Firstly, you need to decide if being alone is a choice. Some people prefer this, and maybe you've had invitations and turned them down. Are you happy to be alone, if you made the decision yourself, or is this a choice because you're worried about being around others?
If you're isolating because you're worried about being around others due to your mental health or that you might struggle, have a conversation. It might be that you feel much more comfortable attending an event if you've let the host know beforehand that you tend to struggle around Christmas, so you won't feel the pressure to paste on a smile if you don't feel up to it.
Maybe this isn't an option for you, though. If you don't have family to spend Christmas with, why not organise something with friends aka your "chosen family"? There could be others who are in the same situaion and would love some company over the holidays. If this isn't possible, look for events happening in your local area that you can attend instead. This could be a special meal you can go to or you might even choose to dedicate the day to volunteering for a good cause.
Even if you do spend the day alone, for whatever reason, you can still enjoy the day. You might find it useful to plan your day out and make sure you do lots of things you enjoy and have some Christmas treats. This could give your day some structure and make it easier for you. If you do need to speak to someone and you are struggling, there will always be services available for you to speak to, including us here at TakeTen.
Struggling with memories
Christmas can rake up difficult memories for some people. This could be because or a loved one who's missing around the table, or something traumatic which happened over the festive period.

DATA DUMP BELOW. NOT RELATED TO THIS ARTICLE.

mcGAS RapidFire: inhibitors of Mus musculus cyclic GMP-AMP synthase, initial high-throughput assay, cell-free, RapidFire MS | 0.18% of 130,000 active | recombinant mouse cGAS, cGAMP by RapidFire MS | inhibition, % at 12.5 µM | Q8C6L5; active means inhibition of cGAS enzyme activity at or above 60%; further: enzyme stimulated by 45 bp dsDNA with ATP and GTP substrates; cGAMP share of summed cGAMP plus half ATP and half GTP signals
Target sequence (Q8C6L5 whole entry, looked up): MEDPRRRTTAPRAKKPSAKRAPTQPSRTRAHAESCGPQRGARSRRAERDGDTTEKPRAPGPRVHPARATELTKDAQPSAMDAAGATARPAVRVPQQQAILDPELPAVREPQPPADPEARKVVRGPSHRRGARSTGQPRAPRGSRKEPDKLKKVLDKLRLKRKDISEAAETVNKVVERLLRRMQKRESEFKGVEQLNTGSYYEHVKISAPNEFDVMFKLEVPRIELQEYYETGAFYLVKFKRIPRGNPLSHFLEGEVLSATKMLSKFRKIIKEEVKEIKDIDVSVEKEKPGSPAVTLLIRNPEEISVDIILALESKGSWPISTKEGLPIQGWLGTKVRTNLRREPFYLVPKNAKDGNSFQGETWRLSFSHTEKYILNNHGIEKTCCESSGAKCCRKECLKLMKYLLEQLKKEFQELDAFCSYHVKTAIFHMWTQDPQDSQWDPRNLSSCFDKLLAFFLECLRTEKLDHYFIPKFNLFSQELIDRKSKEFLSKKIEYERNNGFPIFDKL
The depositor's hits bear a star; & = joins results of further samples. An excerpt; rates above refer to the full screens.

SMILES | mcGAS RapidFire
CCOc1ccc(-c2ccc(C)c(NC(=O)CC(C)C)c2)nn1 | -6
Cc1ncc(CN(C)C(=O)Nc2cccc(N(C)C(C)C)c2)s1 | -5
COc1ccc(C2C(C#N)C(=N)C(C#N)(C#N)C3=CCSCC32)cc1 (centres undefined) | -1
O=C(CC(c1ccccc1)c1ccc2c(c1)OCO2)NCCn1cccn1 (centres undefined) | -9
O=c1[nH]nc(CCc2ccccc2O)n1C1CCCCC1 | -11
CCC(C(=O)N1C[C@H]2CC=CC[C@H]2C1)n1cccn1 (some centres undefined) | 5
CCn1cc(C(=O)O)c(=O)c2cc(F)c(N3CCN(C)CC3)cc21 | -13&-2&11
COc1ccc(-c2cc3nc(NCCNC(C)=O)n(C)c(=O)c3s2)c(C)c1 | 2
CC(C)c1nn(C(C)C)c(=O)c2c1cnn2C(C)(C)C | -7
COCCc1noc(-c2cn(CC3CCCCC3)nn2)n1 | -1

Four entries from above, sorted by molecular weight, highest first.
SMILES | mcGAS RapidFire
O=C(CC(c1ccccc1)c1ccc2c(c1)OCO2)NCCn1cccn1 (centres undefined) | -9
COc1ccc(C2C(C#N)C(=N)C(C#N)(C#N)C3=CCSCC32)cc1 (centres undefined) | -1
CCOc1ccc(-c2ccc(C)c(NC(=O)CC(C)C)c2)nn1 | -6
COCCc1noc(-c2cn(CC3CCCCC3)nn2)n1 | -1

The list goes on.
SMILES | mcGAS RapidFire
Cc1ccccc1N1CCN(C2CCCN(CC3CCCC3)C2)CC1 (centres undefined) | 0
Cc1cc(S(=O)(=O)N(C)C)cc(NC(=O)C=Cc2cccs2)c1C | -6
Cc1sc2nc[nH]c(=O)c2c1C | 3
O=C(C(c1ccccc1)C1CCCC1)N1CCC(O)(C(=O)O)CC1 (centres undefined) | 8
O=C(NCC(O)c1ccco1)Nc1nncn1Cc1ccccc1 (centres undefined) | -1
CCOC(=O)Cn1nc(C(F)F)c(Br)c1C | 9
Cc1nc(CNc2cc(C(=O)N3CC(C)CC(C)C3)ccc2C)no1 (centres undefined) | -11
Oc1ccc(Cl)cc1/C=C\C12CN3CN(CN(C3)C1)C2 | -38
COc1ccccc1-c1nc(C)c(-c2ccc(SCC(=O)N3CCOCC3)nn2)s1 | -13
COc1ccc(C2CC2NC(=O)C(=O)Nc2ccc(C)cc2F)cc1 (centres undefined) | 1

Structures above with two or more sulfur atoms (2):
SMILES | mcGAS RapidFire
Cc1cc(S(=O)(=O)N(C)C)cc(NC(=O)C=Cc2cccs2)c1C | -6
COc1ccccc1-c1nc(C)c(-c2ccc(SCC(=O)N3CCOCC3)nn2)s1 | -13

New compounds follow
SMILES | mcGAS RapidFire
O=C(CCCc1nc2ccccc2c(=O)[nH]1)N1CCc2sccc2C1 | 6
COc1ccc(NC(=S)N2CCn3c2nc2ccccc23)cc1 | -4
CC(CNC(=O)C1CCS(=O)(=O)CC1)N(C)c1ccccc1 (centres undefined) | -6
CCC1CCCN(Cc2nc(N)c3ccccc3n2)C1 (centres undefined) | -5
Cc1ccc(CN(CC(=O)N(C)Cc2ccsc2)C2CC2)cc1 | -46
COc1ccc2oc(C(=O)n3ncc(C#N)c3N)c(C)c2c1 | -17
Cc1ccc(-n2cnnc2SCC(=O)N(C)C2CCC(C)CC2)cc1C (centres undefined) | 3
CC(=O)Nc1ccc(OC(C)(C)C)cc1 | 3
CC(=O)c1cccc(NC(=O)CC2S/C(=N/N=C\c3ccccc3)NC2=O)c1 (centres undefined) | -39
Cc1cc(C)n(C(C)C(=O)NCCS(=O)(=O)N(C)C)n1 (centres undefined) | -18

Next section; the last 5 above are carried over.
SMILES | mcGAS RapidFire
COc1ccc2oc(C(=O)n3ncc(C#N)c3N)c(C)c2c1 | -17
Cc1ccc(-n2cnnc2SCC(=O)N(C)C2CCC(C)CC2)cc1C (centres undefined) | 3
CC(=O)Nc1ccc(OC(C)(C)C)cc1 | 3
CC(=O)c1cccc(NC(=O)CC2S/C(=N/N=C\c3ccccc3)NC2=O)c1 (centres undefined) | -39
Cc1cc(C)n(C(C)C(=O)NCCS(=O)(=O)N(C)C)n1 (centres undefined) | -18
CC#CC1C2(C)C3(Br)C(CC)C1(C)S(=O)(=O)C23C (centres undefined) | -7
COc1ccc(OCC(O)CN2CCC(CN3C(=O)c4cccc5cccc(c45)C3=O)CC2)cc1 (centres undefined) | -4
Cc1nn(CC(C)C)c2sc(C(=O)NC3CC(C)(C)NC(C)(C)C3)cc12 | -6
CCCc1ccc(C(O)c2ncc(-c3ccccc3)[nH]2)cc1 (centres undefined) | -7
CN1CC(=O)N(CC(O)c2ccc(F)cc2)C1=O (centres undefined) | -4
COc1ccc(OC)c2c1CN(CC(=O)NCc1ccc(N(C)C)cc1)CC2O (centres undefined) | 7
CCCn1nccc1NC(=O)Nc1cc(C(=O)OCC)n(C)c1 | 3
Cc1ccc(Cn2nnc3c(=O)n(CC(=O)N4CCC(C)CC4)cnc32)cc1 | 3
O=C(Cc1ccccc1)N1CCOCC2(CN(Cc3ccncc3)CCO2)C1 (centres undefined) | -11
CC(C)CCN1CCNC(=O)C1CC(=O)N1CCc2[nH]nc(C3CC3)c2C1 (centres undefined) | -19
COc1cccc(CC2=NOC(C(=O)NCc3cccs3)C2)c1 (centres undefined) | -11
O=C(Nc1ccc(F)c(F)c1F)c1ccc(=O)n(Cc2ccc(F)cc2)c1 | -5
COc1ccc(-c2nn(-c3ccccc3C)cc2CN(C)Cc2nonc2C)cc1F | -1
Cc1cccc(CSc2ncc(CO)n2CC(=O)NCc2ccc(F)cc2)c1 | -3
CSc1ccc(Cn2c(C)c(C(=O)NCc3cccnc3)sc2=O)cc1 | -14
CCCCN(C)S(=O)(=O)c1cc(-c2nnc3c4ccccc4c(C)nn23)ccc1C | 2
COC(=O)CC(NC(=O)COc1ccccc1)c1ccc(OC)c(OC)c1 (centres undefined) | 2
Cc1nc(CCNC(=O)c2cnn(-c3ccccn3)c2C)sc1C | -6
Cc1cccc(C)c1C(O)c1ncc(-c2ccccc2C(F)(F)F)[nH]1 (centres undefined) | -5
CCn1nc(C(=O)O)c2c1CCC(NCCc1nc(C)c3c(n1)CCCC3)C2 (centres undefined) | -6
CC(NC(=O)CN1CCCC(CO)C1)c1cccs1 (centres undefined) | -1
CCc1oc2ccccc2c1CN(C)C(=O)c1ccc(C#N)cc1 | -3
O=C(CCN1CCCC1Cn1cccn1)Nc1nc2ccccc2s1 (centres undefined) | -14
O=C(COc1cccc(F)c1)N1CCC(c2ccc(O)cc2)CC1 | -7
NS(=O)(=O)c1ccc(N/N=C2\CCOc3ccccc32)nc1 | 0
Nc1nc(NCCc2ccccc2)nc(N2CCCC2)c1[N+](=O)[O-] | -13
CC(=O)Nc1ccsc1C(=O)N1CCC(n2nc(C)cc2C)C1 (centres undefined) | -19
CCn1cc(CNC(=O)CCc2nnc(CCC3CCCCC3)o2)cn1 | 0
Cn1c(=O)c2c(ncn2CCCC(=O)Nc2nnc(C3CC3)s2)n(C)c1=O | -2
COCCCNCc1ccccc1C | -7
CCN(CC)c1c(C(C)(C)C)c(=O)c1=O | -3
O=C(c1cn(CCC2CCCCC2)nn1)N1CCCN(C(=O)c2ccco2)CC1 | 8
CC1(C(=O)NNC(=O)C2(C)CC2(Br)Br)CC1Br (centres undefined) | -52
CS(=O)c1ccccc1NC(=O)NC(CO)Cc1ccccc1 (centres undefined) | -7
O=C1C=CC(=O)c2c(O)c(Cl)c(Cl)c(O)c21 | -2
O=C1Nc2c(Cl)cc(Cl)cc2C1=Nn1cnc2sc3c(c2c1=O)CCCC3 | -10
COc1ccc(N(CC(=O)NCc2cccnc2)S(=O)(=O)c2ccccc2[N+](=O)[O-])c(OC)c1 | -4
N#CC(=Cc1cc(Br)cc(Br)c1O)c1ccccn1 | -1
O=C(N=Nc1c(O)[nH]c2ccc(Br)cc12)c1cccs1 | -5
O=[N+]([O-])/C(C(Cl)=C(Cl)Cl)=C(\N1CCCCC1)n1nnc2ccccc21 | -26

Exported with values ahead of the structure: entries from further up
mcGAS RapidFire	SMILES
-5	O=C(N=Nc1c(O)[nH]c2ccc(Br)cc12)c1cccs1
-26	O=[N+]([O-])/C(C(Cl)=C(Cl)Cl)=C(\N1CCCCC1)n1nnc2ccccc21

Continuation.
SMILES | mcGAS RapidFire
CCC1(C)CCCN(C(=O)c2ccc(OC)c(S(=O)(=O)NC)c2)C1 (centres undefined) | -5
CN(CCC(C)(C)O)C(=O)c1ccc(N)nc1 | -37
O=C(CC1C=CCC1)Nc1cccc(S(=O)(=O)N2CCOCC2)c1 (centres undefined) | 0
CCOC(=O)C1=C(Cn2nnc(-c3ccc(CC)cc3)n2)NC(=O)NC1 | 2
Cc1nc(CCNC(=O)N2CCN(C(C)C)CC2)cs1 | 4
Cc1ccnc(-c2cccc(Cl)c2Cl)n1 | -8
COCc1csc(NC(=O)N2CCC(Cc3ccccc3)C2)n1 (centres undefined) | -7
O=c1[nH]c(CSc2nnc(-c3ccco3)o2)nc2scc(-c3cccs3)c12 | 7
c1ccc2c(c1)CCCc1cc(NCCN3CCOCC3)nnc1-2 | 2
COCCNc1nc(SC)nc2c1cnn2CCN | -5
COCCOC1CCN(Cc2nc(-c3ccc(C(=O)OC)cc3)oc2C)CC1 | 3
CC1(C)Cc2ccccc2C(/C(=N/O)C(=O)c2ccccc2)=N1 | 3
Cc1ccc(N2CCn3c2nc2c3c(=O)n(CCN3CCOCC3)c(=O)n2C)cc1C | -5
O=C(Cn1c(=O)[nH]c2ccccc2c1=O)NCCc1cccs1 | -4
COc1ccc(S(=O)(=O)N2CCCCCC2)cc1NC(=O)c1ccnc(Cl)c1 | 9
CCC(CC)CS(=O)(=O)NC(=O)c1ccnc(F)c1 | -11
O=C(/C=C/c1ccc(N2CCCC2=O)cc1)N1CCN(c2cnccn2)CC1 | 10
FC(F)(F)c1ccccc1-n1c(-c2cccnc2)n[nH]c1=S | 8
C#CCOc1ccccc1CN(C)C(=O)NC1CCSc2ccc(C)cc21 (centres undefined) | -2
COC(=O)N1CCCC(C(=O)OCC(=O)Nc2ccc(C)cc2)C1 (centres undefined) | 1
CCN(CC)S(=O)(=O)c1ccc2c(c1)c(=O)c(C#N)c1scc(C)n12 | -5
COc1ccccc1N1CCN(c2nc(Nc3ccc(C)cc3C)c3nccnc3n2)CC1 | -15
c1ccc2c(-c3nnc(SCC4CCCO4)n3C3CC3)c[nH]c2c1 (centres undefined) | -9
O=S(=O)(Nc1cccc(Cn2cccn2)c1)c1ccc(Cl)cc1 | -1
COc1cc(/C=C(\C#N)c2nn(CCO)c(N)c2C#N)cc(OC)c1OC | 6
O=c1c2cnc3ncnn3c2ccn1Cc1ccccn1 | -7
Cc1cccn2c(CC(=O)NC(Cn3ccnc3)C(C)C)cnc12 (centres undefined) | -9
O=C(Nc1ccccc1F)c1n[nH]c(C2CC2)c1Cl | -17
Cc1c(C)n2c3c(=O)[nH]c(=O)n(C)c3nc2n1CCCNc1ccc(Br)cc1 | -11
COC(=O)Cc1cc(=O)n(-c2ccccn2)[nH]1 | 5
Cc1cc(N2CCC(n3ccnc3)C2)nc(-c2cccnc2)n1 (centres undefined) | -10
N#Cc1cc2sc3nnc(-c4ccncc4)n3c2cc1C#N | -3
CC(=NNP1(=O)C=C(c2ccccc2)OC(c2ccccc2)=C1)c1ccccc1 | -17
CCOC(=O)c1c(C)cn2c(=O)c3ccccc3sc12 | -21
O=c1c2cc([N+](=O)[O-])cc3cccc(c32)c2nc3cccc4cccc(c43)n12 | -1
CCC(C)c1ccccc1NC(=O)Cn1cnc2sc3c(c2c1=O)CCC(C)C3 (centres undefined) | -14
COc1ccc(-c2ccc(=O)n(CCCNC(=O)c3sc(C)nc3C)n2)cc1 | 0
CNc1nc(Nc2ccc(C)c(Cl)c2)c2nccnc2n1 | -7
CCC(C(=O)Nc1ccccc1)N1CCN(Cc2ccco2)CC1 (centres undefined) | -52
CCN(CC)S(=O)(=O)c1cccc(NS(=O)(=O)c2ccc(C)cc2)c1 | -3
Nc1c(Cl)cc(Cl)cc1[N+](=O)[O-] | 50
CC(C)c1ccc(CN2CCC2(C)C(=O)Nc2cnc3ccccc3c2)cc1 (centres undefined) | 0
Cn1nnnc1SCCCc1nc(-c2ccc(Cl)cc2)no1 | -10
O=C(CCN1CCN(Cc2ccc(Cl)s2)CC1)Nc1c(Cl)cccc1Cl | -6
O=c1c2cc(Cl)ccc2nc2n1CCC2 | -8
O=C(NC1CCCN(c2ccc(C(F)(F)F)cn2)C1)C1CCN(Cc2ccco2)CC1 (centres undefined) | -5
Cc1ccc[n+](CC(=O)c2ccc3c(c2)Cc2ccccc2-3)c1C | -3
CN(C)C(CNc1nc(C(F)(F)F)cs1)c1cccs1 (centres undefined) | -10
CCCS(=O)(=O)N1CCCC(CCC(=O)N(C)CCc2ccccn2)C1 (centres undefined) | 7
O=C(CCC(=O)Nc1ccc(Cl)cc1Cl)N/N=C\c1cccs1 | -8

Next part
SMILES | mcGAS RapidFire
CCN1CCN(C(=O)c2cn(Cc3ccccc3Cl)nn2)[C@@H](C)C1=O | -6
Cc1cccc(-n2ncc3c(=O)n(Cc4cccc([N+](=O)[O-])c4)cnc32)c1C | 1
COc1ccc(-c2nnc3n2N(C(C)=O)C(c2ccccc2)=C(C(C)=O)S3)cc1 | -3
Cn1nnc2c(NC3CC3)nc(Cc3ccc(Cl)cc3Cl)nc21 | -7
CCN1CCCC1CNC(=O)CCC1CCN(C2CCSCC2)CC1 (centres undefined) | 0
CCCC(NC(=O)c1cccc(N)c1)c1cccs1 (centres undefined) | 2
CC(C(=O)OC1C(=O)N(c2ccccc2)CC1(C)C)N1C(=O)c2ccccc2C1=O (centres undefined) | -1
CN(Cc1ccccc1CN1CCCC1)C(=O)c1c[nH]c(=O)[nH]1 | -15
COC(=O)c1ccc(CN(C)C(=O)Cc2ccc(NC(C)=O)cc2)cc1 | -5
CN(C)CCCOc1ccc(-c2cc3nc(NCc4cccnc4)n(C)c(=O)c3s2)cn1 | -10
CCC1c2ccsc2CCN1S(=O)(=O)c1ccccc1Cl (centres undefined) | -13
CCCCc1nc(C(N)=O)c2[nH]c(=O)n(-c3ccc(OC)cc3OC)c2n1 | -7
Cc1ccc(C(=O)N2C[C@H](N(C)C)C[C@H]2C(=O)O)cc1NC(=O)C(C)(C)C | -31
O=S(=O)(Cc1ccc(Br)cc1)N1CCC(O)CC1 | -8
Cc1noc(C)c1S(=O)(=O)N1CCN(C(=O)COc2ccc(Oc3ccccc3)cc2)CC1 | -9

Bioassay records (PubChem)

The mind is great at bringing emotions to the surface when it's triggered by reminders, and it's going to be almost impossible to completely blank out any tough feelings that come to mind. Don't put pressure on yourself to simply "forget about it", because that's not how the mind works. Simply accept that the thoughts are there, and decide how you're going to deal with them.
Adding extra pressure on yourself to bury your feelings can only make things worse, so don't feel the need to fit into the expected moods or join in celebrations if you can't. Still practice self- care and be mindful of your mental health, even though it's Christmas.
If you know you're going to struggle, again it's important to share how you feel. Don't worry about "ruining" the festive atmosphere or anything like that; it's important to be as open as possible. If you're grieving for the loss of someone, why not incorporate them into your celebrations? You could include a photo of them, talk about your memories of them or do an activity they'd have enjoyed.